Middle-Eastern retailer The Toy Store has opened its first UK branch in the West One shopping centre, at the heart of London’s West End
Fantasyland. A world of adventures. Playtime. All of these are terms that might and possibly should be applied to a toy shop. This is where kids are meant to be overcome by the urge to pester their parents to dig deep.
The arrival of a toy shop should therefore be something of a celebration for children, while for those looking after them, it may be a matter of damage limitation as far as the bank is concerned.
When the toy shop in question is on Oxford Street and is called The Toy Store, it’s a fair bet that it will have the world beating a path to its wide-open entrance.
Toy shops are, almost by definition, destinations - few end up in such stores by accident and in the Oxford Street/Regent Street area there are now four options for shoppers.
Selfridges and John Lewis both have sizeable toy departments in which parents can find many of the toys that will probably also be available in Hamleys, the famous standalone toy specialist on Regent Street.
It is the latter that will probably be most alarmed by the arrival of this retailer, which has become established in the Middle East.
For shoppers walking along Oxford Street, The Toy Store will be quite hard to miss. In its previous life, this was a two-floor outpost of Dorothy Perkins that boasted a modestly sized ground floor and a large first floor. In part this has to do with the geography of the West One centre, of which this shop forms the Oxford Street face.
Access to The Toy Store at ground level is via the main external entrance, a smaller entrance within the shopping centre and an escalator which feeds shoppers from Bond Street underground station in the basement directly to the heart of the store on the first floor.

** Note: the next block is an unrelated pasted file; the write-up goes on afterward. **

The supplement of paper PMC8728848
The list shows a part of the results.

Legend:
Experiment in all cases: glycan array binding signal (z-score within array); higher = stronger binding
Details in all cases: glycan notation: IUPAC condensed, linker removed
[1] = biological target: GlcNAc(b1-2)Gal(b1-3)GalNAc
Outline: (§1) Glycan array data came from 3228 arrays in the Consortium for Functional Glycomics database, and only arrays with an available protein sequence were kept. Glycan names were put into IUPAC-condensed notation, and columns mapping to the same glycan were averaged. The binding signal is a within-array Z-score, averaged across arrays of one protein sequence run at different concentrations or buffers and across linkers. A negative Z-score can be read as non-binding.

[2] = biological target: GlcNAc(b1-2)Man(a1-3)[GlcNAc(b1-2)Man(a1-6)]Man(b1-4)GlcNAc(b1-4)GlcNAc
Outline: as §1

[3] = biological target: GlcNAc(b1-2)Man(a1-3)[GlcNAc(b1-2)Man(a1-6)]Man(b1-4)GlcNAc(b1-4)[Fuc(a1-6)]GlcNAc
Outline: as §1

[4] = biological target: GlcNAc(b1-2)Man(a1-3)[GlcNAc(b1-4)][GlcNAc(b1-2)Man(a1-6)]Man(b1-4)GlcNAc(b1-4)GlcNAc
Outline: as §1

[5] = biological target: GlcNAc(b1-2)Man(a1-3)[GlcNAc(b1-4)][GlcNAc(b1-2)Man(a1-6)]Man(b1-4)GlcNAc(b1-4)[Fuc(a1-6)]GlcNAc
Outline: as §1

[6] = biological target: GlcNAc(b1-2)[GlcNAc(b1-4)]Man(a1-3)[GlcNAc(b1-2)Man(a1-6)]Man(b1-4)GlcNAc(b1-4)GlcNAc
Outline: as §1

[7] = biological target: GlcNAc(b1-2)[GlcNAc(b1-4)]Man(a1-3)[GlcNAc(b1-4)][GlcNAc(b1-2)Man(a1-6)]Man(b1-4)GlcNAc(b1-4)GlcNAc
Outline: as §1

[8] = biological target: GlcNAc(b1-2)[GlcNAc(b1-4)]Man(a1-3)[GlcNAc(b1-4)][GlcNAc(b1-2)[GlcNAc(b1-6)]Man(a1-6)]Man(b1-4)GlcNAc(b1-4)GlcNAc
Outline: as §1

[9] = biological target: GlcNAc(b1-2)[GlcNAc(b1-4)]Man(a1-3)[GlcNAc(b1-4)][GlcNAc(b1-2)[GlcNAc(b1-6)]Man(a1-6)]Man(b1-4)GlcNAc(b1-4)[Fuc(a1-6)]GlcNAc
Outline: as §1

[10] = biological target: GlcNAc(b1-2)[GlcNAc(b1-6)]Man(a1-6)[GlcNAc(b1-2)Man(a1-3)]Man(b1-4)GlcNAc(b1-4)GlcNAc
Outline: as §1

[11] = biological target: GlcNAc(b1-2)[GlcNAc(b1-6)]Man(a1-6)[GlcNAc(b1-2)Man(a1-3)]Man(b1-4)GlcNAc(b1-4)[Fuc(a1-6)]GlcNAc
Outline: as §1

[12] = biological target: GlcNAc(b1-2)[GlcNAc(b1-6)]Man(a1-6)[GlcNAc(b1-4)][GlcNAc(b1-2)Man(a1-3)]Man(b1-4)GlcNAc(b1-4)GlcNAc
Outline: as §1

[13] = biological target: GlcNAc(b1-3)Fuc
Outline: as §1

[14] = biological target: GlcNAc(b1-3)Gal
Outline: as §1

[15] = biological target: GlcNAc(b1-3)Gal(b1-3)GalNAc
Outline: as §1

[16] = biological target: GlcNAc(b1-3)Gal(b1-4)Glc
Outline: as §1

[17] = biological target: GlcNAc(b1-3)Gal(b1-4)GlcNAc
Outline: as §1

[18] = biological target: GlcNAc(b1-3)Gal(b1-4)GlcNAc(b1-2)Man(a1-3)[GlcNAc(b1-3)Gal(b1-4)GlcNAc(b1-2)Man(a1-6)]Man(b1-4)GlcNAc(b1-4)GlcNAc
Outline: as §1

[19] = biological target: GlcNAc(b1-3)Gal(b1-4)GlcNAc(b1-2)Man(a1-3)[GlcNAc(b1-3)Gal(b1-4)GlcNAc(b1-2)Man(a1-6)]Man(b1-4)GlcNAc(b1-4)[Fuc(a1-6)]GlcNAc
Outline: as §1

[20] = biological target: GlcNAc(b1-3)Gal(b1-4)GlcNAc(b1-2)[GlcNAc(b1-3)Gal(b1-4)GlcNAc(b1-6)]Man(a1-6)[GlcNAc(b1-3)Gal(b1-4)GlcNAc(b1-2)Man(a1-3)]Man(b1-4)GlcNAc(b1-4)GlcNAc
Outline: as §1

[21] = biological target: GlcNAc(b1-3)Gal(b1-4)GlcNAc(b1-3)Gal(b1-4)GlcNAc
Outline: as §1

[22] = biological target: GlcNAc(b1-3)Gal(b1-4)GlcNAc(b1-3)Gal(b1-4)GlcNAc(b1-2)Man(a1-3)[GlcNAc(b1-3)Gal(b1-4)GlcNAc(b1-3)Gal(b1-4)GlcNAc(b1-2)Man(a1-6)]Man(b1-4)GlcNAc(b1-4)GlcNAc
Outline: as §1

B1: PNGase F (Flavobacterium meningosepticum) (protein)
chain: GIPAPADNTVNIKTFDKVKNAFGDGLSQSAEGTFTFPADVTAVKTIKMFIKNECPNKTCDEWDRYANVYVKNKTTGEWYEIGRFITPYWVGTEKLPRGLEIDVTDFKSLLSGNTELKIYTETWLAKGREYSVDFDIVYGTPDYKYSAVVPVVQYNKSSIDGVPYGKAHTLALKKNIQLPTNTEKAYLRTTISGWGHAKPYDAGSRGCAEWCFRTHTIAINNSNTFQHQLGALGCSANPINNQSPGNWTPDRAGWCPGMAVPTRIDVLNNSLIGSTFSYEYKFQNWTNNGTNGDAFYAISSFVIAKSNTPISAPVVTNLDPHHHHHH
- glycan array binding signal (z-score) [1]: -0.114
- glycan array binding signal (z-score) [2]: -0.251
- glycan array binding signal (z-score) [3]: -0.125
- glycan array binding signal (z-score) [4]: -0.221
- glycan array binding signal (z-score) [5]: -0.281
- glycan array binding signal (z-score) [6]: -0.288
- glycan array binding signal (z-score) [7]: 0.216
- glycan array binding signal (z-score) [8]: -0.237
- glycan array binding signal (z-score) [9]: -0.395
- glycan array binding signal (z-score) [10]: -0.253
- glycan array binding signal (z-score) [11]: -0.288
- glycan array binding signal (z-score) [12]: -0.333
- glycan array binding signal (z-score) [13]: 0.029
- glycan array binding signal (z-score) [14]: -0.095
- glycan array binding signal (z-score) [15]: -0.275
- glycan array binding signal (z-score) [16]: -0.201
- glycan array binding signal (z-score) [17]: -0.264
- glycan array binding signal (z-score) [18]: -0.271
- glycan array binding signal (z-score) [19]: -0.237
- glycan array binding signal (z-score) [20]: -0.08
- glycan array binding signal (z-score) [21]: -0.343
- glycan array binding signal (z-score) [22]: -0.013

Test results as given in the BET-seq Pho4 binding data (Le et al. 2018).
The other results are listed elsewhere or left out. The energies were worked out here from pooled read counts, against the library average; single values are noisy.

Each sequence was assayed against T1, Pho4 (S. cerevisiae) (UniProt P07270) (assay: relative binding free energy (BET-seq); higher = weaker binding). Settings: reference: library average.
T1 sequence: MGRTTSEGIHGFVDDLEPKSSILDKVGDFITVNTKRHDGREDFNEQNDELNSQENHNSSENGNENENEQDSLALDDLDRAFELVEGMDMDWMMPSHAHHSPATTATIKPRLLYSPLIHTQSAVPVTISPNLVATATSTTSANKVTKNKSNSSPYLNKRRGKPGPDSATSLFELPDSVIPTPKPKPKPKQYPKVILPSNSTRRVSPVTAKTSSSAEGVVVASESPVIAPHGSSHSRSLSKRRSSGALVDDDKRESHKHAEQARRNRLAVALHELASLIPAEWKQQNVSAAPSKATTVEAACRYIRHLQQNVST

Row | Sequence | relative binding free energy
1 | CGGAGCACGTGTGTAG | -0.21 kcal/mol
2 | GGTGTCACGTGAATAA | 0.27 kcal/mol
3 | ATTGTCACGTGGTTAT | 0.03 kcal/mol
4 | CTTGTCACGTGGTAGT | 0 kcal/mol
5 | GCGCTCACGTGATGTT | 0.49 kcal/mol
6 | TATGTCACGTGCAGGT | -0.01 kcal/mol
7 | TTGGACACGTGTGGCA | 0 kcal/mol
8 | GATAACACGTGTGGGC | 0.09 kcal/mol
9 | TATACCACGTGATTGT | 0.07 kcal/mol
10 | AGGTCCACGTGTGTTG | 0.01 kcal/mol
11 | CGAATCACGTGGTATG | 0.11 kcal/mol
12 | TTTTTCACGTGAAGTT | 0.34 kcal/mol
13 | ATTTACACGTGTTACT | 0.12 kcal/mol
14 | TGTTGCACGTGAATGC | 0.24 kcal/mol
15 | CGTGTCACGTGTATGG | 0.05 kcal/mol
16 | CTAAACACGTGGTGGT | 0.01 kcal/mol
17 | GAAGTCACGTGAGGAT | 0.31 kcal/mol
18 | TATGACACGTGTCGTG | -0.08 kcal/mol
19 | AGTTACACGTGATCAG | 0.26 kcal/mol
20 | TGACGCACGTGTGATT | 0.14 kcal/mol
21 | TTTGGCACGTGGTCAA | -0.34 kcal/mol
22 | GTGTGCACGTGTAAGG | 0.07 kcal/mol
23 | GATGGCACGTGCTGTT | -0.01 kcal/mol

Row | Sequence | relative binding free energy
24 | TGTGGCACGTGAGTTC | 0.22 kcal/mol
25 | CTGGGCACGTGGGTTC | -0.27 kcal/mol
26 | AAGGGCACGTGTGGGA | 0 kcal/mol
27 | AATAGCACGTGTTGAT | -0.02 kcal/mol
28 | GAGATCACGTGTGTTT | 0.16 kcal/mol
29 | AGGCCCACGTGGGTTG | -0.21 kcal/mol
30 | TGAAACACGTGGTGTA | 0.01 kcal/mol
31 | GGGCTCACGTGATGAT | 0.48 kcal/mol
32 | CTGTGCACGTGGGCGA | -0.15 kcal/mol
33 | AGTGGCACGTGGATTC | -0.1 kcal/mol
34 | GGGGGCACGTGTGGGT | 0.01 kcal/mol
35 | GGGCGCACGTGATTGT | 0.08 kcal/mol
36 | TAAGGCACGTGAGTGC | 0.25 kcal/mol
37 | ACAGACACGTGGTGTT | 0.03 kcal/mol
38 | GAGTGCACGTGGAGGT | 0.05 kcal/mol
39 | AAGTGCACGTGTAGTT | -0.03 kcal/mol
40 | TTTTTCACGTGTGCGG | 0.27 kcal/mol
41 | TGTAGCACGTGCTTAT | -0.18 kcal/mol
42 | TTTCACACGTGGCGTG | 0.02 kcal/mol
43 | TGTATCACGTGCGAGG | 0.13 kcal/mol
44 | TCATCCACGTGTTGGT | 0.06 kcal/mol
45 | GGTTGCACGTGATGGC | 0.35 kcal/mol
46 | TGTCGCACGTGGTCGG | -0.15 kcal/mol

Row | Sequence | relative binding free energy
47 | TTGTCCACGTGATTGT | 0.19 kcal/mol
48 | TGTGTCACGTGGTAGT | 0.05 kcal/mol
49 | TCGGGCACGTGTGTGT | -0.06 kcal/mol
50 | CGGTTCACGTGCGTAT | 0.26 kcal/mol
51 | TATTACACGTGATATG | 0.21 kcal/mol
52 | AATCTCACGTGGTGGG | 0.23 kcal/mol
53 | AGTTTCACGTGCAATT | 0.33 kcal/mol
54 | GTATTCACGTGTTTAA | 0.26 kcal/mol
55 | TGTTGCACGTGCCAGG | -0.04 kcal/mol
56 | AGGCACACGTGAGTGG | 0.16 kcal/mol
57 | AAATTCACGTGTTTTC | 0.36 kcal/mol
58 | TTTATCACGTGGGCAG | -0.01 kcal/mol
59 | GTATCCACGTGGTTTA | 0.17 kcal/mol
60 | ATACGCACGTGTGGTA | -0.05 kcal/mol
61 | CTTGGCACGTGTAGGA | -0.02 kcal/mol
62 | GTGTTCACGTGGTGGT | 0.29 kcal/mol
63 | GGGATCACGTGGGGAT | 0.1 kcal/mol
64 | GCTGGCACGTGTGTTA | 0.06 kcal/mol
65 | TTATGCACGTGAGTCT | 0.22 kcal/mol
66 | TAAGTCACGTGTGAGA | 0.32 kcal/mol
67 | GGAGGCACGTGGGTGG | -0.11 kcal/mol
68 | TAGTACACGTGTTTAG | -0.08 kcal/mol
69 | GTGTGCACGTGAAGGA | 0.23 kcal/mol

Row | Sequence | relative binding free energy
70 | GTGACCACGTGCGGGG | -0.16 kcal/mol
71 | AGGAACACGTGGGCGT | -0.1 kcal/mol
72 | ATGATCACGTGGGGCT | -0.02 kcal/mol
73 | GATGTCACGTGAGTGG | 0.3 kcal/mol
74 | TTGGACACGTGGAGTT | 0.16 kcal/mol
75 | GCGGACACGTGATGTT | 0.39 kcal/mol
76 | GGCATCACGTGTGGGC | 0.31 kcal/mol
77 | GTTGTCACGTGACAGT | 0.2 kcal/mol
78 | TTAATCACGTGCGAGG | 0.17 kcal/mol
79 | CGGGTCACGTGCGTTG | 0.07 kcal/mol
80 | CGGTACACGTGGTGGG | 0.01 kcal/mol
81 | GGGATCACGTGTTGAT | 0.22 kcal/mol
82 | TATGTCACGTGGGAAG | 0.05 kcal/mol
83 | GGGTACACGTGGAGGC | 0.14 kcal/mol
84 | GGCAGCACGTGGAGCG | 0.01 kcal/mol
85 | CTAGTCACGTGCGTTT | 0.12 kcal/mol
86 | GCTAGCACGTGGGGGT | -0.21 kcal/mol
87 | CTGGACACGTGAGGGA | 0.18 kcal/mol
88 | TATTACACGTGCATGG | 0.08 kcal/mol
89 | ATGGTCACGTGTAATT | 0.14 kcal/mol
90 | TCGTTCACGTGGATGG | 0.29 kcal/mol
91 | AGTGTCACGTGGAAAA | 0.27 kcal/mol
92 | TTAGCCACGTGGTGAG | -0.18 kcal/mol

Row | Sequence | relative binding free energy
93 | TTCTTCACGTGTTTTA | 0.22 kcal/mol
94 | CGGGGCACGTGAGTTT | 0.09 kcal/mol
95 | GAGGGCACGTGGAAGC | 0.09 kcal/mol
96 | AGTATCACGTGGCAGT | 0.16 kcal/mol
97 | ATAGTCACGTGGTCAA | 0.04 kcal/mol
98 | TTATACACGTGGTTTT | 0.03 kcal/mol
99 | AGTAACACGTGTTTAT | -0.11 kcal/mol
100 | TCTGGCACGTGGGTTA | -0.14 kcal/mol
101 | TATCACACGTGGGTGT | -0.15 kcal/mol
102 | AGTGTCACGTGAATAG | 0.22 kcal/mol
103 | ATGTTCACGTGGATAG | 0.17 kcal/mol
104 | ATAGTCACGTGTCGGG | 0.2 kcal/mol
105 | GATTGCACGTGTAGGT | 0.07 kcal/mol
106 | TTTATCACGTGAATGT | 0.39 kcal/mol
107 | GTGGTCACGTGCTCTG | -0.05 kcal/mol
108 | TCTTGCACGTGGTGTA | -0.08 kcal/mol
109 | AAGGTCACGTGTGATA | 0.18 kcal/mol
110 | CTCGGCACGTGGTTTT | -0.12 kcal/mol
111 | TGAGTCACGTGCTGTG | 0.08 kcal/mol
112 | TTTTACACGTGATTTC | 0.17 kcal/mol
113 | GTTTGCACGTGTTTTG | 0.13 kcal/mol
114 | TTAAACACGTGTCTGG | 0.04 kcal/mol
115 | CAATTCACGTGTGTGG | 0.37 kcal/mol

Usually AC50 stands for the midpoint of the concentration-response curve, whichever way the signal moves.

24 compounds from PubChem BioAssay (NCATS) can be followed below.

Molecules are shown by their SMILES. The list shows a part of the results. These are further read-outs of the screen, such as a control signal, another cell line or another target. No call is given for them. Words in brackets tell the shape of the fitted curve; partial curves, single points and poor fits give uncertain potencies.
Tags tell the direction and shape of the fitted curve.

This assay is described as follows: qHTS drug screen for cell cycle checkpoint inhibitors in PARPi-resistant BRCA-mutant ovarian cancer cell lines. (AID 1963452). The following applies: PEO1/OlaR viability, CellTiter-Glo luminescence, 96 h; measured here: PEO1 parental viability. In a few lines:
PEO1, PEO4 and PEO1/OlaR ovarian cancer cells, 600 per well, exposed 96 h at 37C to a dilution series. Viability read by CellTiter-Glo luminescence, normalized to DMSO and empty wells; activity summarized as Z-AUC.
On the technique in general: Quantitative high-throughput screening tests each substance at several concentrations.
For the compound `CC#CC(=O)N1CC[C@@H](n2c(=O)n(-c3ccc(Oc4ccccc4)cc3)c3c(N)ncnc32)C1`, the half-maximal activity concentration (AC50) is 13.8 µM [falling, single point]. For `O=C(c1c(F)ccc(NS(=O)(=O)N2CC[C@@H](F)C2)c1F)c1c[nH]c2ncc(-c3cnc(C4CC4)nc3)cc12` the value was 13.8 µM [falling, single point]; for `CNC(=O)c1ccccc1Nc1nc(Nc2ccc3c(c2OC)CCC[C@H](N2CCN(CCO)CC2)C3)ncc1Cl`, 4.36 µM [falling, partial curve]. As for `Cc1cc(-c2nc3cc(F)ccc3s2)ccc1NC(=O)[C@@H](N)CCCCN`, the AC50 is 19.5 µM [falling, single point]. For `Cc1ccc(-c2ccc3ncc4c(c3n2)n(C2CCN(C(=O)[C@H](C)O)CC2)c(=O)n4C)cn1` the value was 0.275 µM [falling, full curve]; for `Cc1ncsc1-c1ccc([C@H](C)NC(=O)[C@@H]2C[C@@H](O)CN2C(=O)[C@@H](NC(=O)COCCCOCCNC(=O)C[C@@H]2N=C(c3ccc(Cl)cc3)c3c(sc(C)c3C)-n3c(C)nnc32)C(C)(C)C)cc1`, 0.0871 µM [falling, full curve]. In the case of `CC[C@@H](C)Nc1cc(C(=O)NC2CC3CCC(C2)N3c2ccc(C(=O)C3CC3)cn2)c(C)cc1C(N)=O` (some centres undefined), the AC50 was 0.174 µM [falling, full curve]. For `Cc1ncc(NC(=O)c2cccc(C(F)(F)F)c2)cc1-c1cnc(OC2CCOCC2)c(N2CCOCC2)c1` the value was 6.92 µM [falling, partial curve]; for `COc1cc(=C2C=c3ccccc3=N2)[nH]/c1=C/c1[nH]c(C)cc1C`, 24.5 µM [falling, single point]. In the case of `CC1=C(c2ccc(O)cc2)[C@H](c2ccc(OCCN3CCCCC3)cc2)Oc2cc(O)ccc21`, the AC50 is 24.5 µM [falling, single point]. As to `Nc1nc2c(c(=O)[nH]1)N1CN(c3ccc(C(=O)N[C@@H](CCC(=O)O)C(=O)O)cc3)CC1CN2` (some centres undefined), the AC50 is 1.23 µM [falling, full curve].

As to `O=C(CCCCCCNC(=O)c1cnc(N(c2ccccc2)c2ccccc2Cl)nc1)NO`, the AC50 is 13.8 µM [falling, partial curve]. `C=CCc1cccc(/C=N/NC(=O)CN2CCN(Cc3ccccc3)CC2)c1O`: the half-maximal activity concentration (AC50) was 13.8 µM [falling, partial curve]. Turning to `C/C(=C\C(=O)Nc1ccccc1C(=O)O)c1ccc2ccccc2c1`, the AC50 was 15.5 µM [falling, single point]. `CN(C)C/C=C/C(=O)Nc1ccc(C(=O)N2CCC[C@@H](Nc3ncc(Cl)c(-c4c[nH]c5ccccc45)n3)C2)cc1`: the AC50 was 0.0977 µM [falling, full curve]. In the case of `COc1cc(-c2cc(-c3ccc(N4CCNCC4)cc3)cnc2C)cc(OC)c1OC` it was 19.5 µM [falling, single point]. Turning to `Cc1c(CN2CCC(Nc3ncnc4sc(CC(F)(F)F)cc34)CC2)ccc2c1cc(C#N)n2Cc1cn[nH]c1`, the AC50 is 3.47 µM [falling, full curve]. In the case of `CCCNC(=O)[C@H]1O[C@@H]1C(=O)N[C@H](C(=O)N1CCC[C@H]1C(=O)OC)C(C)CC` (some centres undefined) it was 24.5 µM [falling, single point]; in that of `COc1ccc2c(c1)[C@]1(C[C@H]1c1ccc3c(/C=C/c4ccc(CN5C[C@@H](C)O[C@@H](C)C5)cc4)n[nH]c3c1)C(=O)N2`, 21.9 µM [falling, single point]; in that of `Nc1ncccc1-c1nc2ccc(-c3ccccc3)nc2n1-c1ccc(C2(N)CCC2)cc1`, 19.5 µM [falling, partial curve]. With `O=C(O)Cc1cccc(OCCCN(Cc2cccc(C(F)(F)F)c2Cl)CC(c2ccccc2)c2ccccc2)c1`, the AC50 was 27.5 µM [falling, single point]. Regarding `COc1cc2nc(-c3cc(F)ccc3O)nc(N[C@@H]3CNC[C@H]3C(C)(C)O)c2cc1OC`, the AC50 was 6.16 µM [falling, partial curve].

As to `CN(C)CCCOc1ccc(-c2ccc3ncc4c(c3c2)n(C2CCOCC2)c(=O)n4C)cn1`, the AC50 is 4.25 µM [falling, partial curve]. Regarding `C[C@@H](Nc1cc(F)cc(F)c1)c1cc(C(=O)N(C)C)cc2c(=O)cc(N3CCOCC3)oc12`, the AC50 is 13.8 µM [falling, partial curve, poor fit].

Externally, the shop announces its presence to passers-by with an unfurling banner-style logo and windows that feature life-size imperial troopers from Star Wars, a tiered cake-stand display of Beefeater teddy bears and models of London landmarks. As such, The Toy Store ticks several boxes.
This may be a retailer from several thousand miles away, but it has endeavoured to anchor its first UK store by localising its visual merchandising. It is also a playtime statement of intent – this is a store that offers a wide range of toys.
Those opting to head into the store from Oxford Street are confronted by a large escalator on the right-hand side of the ground floor.
To the left a sign using the same font and format as that deployed for the logo reads The Sweet Store.
Before the candy is reached, however, shoppers will encounter a mid-floor unit filled with small Lego kits and a perimeter Paddington bear display in which multiples of the red-hatted Peruvian favourite are placed on shelves, suitcases and sacks.
The Paddington display sets the branded theme for almost the whole of this interior on both floors. Every merchandised space takes a particular, mostly licensed, toy or theme and creates a shop-in-shop from it.